Certainly demonstrates the difference in philosophy regarding secondary / AA armament, with the US going for a universal ten turret twenty gun battery, whilst the Japanese has the two different calibres of twelve 15.5cm guns, unsuitable for AA and another twelve 127mm guns for AA.

 

The use of the 25mm cannon was certainly inferior to anything that the US placed on ships after 1942 when the 1.1in gun was being replaced by 20mm and 40mm guns.

 

One last point about the Musashi main battery.  The blast from the nine 18" guns was sufficient to injure anyone on deck not protected behind blast proof shields, such as that covering the 127mm guns.

 

Which is also why the ships' aircraft and boats were stowed under armour at the stern.

Most true, Doug, and the French, German, Russian and Italian post-London BBs also clung to the separate secondary caliber, single purpose, sometimes mounted in cruiser type turrets. It's somewhat explained by the lack of appreciation for carrier aviation as a threat, but also the fixation on Jutland-like battleline engagements where the battleships would have to deal with some cruisers accompanying destroyers in torpedo attacks, without distracting from main battery targets.

 

Almost every film of IJN triple 25mm mounts in action shows one or more gun not firing; it was apparently a hassle for the loaders to get find enough room to serve the weapons.

 

I thought the clean sea trial condition of Musashi offered an unusual opportunity to appreciate her design and mass. I also thought the almost humorous small boats added in davits strapped on deck must indicate what a pain it was to unship the ships boats from their after stowage area. Probably a safety measure in the event of a man overboard.

 

In all a very placid scene for the ship and crew compared to the ships' horrific end.


Edited by Ken Estes, 05 December 2018 - 1409 PM.

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#14 Corinthian

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Posted 05 December 2018 - 1534 PM

When I saw the thread title, I was expecting underwater pix of the sunk Musashi ahehe....

Impressive, and the pic shows just how massive it was. Iowa's OTOH look slim.
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#15 Panzermann

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Posted 05 December 2018 - 1554 PM

 

Certainly demonstrates the difference in philosophy regarding secondary / AA armament, with the US going for a universal ten turret twenty gun battery, whilst the Japanese has the two different calibres of twelve 15.5cm guns, unsuitable for AA and another twelve 127mm guns for AA.

 

The use of the 25mm cannon was certainly inferior to anything that the US placed on ships after 1942 when the 1.1in gun was being replaced by 20mm and 40mm guns.

 

One last point about the Musashi main battery.  The blast from the nine 18" guns was sufficient to injure anyone on deck not protected behind blast proof shields, such as that covering the 127mm guns.

 

Which is also why the ships' aircraft and boats were stowed under armour at the stern.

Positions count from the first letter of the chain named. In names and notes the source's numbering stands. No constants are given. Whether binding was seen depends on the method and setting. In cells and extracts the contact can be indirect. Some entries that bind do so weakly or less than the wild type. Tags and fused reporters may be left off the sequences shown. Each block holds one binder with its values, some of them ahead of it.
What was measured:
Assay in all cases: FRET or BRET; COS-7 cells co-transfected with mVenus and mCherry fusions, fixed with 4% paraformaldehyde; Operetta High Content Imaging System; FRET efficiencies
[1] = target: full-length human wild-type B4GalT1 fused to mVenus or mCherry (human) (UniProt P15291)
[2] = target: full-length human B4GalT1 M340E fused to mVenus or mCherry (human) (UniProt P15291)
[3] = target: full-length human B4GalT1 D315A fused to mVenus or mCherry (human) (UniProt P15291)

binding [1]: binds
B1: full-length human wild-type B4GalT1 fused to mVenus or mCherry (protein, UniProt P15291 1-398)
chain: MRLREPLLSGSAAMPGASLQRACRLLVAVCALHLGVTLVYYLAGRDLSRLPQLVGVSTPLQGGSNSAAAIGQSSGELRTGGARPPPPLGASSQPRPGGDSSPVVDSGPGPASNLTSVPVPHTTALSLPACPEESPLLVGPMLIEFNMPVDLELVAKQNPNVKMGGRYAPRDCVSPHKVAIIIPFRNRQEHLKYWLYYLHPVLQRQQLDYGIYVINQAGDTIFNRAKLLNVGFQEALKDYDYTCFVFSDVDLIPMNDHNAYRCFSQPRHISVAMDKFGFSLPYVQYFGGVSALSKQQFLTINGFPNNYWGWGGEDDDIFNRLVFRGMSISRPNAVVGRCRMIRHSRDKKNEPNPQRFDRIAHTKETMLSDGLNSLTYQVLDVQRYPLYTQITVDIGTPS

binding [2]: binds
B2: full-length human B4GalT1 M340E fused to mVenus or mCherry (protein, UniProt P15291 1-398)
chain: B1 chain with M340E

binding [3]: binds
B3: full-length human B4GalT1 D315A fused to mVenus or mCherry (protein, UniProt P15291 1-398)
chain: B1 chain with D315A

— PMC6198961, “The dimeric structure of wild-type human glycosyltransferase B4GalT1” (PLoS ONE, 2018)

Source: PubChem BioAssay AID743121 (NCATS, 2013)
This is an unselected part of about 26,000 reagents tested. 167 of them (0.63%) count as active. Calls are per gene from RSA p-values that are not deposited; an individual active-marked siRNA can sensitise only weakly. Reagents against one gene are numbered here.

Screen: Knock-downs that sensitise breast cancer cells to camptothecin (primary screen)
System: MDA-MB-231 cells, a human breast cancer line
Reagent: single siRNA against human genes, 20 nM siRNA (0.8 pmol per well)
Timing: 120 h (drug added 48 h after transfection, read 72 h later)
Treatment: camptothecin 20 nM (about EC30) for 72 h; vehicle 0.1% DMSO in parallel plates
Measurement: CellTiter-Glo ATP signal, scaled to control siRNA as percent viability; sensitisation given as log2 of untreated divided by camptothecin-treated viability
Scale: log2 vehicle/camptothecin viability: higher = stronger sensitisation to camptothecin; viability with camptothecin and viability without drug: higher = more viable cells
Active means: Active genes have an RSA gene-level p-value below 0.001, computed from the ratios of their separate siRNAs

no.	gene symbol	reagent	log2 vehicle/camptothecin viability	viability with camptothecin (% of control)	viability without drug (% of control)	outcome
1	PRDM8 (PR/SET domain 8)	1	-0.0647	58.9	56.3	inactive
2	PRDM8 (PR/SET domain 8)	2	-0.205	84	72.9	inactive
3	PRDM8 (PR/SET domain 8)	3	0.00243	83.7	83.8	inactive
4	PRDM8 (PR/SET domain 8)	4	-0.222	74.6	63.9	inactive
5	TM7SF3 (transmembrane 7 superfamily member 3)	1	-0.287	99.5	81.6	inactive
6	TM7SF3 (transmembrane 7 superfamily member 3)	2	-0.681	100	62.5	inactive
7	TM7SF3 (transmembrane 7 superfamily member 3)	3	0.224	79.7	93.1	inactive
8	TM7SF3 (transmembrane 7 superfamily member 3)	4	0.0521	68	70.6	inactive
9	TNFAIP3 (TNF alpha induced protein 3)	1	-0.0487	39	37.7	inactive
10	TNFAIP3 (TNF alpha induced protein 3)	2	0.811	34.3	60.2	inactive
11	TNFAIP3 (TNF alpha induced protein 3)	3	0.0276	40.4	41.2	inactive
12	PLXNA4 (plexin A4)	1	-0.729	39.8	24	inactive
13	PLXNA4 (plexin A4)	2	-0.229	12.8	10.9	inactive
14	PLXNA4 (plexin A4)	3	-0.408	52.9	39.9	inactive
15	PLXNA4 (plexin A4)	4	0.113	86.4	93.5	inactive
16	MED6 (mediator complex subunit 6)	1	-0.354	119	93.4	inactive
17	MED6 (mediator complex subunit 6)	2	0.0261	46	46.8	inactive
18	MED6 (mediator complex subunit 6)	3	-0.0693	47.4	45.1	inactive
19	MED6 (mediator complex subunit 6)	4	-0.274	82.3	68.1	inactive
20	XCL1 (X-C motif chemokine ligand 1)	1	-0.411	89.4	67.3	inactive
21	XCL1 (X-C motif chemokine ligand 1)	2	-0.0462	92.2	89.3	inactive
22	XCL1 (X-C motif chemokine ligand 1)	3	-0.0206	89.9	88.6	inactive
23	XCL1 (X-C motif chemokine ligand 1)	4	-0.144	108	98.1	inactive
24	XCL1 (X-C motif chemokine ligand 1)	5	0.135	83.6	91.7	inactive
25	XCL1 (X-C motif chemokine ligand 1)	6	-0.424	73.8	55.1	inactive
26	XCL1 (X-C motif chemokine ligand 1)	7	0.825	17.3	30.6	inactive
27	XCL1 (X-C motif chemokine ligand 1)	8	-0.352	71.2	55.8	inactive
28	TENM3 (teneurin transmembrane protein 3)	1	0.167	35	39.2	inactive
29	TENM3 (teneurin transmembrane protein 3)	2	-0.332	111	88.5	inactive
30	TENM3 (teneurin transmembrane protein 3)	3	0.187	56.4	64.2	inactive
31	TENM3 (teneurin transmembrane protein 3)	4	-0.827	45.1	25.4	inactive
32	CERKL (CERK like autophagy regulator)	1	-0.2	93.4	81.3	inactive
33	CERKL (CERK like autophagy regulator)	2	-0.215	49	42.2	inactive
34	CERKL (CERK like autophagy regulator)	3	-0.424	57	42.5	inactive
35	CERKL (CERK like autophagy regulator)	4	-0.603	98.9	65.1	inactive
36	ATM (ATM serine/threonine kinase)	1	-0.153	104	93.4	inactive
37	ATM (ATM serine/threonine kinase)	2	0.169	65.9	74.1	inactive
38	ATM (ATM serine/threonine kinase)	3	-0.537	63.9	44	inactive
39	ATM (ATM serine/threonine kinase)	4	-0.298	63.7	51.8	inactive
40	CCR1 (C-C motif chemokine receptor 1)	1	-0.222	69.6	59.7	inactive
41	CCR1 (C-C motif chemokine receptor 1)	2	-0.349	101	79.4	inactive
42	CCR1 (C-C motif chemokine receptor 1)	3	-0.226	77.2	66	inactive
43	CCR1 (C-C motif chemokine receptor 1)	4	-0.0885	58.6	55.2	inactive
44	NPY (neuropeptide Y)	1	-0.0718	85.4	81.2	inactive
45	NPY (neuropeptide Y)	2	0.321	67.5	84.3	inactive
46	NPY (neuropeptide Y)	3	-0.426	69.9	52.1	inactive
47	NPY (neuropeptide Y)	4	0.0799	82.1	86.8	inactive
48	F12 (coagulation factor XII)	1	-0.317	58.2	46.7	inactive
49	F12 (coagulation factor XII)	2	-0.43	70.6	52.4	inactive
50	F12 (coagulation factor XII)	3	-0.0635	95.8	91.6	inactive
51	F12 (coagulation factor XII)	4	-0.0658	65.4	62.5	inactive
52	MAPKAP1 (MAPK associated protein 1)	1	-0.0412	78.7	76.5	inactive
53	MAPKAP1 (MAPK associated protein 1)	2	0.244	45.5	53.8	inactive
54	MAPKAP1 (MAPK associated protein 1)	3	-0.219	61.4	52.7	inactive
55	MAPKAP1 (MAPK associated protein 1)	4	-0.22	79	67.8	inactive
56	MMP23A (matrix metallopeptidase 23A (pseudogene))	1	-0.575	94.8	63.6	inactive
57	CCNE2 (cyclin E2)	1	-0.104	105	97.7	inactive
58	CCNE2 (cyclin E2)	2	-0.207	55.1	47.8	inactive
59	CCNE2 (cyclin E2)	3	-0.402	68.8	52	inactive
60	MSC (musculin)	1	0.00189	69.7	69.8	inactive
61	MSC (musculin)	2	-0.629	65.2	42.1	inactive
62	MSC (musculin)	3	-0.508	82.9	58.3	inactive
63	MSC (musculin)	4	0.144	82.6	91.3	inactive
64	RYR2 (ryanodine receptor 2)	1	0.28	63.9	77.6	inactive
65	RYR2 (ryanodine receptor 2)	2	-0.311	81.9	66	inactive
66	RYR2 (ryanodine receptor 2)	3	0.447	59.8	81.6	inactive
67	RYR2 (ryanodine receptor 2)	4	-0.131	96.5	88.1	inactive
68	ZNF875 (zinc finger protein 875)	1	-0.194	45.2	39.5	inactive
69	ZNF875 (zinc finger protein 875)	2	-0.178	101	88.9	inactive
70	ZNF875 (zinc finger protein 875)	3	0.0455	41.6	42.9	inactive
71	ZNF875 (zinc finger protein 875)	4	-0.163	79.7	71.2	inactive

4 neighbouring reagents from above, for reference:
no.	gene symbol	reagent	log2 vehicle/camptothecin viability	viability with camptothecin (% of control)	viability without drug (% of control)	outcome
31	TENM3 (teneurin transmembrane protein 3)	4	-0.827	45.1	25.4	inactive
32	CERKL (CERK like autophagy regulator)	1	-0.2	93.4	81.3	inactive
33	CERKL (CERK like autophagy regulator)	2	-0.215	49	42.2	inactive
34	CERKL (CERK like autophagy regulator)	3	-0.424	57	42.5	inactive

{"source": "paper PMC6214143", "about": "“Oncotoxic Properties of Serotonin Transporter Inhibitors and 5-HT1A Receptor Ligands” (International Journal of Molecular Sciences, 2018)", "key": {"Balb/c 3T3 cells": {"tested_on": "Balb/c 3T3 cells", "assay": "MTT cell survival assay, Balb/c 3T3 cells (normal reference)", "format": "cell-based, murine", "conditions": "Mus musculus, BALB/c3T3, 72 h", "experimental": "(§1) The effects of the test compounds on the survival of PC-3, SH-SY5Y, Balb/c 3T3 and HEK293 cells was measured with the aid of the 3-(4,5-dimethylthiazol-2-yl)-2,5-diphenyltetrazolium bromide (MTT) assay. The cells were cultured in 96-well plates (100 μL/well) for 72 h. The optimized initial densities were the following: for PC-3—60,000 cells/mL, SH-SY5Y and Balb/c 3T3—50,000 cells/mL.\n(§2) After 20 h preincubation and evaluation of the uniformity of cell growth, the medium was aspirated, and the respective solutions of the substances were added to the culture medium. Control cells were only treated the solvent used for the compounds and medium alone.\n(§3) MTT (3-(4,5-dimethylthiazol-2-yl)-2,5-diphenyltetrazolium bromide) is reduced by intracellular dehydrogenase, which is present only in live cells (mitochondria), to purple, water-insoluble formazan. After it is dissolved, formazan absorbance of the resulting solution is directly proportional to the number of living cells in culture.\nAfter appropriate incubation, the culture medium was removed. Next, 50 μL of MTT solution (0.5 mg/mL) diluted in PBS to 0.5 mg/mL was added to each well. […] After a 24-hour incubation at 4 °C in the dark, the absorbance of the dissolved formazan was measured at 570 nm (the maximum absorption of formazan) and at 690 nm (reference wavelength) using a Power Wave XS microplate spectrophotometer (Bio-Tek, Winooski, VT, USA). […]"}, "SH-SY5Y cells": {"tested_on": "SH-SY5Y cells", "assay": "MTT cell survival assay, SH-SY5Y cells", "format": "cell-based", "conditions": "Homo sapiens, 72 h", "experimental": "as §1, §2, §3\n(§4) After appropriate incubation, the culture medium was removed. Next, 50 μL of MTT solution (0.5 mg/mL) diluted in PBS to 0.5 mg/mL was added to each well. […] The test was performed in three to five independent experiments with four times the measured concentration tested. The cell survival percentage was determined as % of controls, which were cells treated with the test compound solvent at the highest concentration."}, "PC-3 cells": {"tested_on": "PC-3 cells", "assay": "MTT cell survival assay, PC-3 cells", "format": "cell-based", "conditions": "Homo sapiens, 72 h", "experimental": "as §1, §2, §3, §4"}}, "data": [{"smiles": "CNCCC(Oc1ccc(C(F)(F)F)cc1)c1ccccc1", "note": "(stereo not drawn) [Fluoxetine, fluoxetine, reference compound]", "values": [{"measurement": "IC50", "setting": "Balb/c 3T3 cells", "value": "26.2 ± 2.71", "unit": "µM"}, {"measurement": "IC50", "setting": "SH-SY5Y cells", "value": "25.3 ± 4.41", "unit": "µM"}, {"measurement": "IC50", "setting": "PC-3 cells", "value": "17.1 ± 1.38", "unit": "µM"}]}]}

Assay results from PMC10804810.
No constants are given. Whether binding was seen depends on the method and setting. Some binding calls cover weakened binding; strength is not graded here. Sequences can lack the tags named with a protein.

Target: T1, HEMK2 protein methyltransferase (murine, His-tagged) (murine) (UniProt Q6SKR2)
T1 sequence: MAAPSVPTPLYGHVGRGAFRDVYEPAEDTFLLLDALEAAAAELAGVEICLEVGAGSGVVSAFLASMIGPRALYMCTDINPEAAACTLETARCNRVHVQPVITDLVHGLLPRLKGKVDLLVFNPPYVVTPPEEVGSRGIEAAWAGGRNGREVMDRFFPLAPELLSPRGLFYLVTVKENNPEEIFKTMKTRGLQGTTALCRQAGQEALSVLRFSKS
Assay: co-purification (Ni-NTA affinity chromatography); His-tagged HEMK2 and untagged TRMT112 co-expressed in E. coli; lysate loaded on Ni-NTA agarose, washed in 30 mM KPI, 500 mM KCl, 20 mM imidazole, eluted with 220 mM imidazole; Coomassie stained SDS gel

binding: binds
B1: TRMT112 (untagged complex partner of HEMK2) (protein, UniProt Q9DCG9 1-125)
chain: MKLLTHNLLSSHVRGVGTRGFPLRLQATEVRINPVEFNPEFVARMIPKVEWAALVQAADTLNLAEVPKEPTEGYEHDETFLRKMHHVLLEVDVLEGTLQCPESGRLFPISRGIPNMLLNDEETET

Most true, Doug, and the French, German, Russian and Italian post-London BBs also clung to the separate secondary caliber, single purpose, sometimes mounted in cruiser type turrets. It's somewhat explained by the lack of appreciation for carrier aviation as a threat, but also the fixation on Jutland-like battleline engagements where the battleships would have to deal with some cruisers accompanying destroyers in torpedo attacks, without distracting from main battery targets.[/quote]

 

which nobody really had an appreciation of until battle experiences were made. Can be seen in the ever increasing number of AAA on all warships that could carry more.

 

[quote]

Almost every film of IJN triple 25mm mounts in action shows one or more gun not firing; it was apparently a hassle for the loaders to get find enough room to serve the weapons.

 

I thought the clean sea trial condition of Musashi offered an unusual opportunity to appreciate her design and mass. I also thought the almost humorous small boats added in davits strapped on deck must indicate what a pain it was to unship the ships boats from their after stowage area. Probably a safety measure in the event of a man overboard.[/quote]

 

Also life boats in case something goes terribly wrong during the trials.

 

[quote]

In all a very placid scene for the ship and crew compared to the ships' horrific end.

 

 

The silence before the storm.

 

 

 

When I saw the thread title, I was expecting underwater pix of the sunk Musashi ahehe....

Impressive, and the pic shows just how massive it was. Iowa's OTOH look slim.

 

 

Me too. I expected underwater photography, too. And I agree, because of its proportions the Musashi make it look mightier than the Iowa. The Iowa class always looked slim to me.


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#16 Ken Estes

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Posted 05 December 2018 - 1619 PM

Paul Allen;s discovery of Musashi's remains is presented here:

 

https://www.paulalle...sashi-wreckage/

 

 

We are going to miss his contributions to historical research and preservation RIP


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#17 MiloMorai

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Posted 05 December 2018 - 1905 PM

Kure museum has a very large model of the Yamato.

​

https://tokyobling.w...-yamato-museum/

​

The Anatomy of the Ship series has several books on WW1 and WW2 ships besides those of sail power.


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#18 Simon Tan

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Posted 05 December 2018 - 2135 PM

The reosurces if spent on a few more carriers and cruisers.......


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#19 Stuart Galbraith

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Posted 06 December 2018 - 0332 AM

I always liked the look of these ships, I always thought they looked incredibly modern. Particularly the bow, which wouldnt look out of place on a modern container ship.

 

Ive got the anatomy of a ship book on Yamato, and its a fine book. Very useful building the Tamiya model,.


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#20 DougRichards

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Posted 06 December 2018 - 0343 AM

The reosurces if spent on a few more carriers and cruisers.......

 

You mean like the Shinano?

 

https://en.wikipedia...carrier_Shinano

 

 

She remains the largest warship ever sunk by a submarine.